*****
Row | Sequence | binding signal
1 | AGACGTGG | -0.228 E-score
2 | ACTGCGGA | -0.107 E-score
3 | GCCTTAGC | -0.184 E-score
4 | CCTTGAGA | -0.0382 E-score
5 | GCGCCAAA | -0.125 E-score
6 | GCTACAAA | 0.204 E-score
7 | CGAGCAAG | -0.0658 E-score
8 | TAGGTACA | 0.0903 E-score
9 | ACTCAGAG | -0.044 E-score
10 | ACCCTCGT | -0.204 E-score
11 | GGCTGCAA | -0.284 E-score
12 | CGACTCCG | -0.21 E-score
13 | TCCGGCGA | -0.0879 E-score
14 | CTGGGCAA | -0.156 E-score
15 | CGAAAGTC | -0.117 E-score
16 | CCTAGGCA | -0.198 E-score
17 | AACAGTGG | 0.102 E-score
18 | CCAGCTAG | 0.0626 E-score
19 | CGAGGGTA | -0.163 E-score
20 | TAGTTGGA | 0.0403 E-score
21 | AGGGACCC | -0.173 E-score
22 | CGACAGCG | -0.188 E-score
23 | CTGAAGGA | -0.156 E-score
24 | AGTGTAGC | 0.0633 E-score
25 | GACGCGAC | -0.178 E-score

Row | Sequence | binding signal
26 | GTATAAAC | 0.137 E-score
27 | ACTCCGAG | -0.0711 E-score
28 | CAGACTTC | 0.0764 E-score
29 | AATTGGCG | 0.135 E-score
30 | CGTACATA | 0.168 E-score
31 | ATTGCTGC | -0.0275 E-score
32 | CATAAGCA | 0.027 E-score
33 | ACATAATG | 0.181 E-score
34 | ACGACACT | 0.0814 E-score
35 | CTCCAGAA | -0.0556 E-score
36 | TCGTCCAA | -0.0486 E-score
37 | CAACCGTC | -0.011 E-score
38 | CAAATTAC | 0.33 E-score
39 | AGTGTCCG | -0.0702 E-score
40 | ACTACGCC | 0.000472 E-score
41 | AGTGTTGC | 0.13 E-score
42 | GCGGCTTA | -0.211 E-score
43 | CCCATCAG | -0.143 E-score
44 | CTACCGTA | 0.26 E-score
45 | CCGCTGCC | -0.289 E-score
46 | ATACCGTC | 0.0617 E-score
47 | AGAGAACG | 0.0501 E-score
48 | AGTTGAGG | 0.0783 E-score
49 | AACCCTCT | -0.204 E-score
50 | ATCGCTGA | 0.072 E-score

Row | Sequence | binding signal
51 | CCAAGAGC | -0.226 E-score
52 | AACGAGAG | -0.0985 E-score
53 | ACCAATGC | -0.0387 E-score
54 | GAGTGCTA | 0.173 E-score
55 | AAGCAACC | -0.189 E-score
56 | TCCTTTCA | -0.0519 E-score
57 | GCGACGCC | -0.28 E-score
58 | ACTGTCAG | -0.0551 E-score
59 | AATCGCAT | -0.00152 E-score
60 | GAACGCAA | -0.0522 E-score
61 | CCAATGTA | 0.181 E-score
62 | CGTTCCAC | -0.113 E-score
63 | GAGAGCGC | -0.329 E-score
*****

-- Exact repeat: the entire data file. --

Row | Sequence | binding signal
1 | AGACGTGG | -0.228 E-score
2 | ACTGCGGA | -0.107 E-score
3 | GCCTTAGC | -0.184 E-score
4 | CCTTGAGA | -0.0382 E-score
5 | GCGCCAAA | -0.125 E-score
6 | GCTACAAA | 0.204 E-score
7 | CGAGCAAG | -0.0658 E-score
8 | TAGGTACA | 0.0903 E-score
9 | ACTCAGAG | -0.044 E-score
10 | ACCCTCGT | -0.204 E-score
11 | GGCTGCAA | -0.284 E-score
12 | CGACTCCG | -0.21 E-score
13 | TCCGGCGA | -0.0879 E-score
14 | CTGGGCAA | -0.156 E-score
15 | CGAAAGTC | -0.117 E-score
16 | CCTAGGCA | -0.198 E-score
17 | AACAGTGG | 0.102 E-score
18 | CCAGCTAG | 0.0626 E-score
19 | CGAGGGTA | -0.163 E-score
20 | TAGTTGGA | 0.0403 E-score
21 | AGGGACCC | -0.173 E-score
22 | CGACAGCG | -0.188 E-score
23 | CTGAAGGA | -0.156 E-score
24 | AGTGTAGC | 0.0633 E-score
25 | GACGCGAC | -0.178 E-score

Row | Sequence | binding signal
26 | GTATAAAC | 0.137 E-score
27 | ACTCCGAG | -0.0711 E-score
28 | CAGACTTC | 0.0764 E-score
29 | AATTGGCG | 0.135 E-score
30 | CGTACATA | 0.168 E-score
31 | ATTGCTGC | -0.0275 E-score
32 | CATAAGCA | 0.027 E-score
33 | ACATAATG | 0.181 E-score
34 | ACGACACT | 0.0814 E-score
35 | CTCCAGAA | -0.0556 E-score
36 | TCGTCCAA | -0.0486 E-score
37 | CAACCGTC | -0.011 E-score
38 | CAAATTAC | 0.33 E-score
39 | AGTGTCCG | -0.0702 E-score
40 | ACTACGCC | 0.000472 E-score
41 | AGTGTTGC | 0.13 E-score
42 | GCGGCTTA | -0.211 E-score
43 | CCCATCAG | -0.143 E-score
44 | CTACCGTA | 0.26 E-score
45 | CCGCTGCC | -0.289 E-score
46 | ATACCGTC | 0.0617 E-score
47 | AGAGAACG | 0.0501 E-score
48 | AGTTGAGG | 0.0783 E-score
49 | AACCCTCT | -0.204 E-score
50 | ATCGCTGA | 0.072 E-score

Row | Sequence | binding signal
51 | CCAAGAGC | -0.226 E-score
52 | AACGAGAG | -0.0985 E-score
53 | ACCAATGC | -0.0387 E-score
54 | GAGTGCTA | 0.173 E-score
55 | AAGCAACC | -0.189 E-score
56 | TCCTTTCA | -0.0519 E-score
57 | GCGACGCC | -0.28 E-score
58 | ACTGTCAG | -0.0551 E-score
59 | AATCGCAT | -0.00152 E-score
60 | GAACGCAA | -0.0522 E-score
61 | CCAATGTA | 0.181 E-score
62 | CGTTCCAC | -0.113 E-score
63 | GAGAGCGC | -0.329 E-score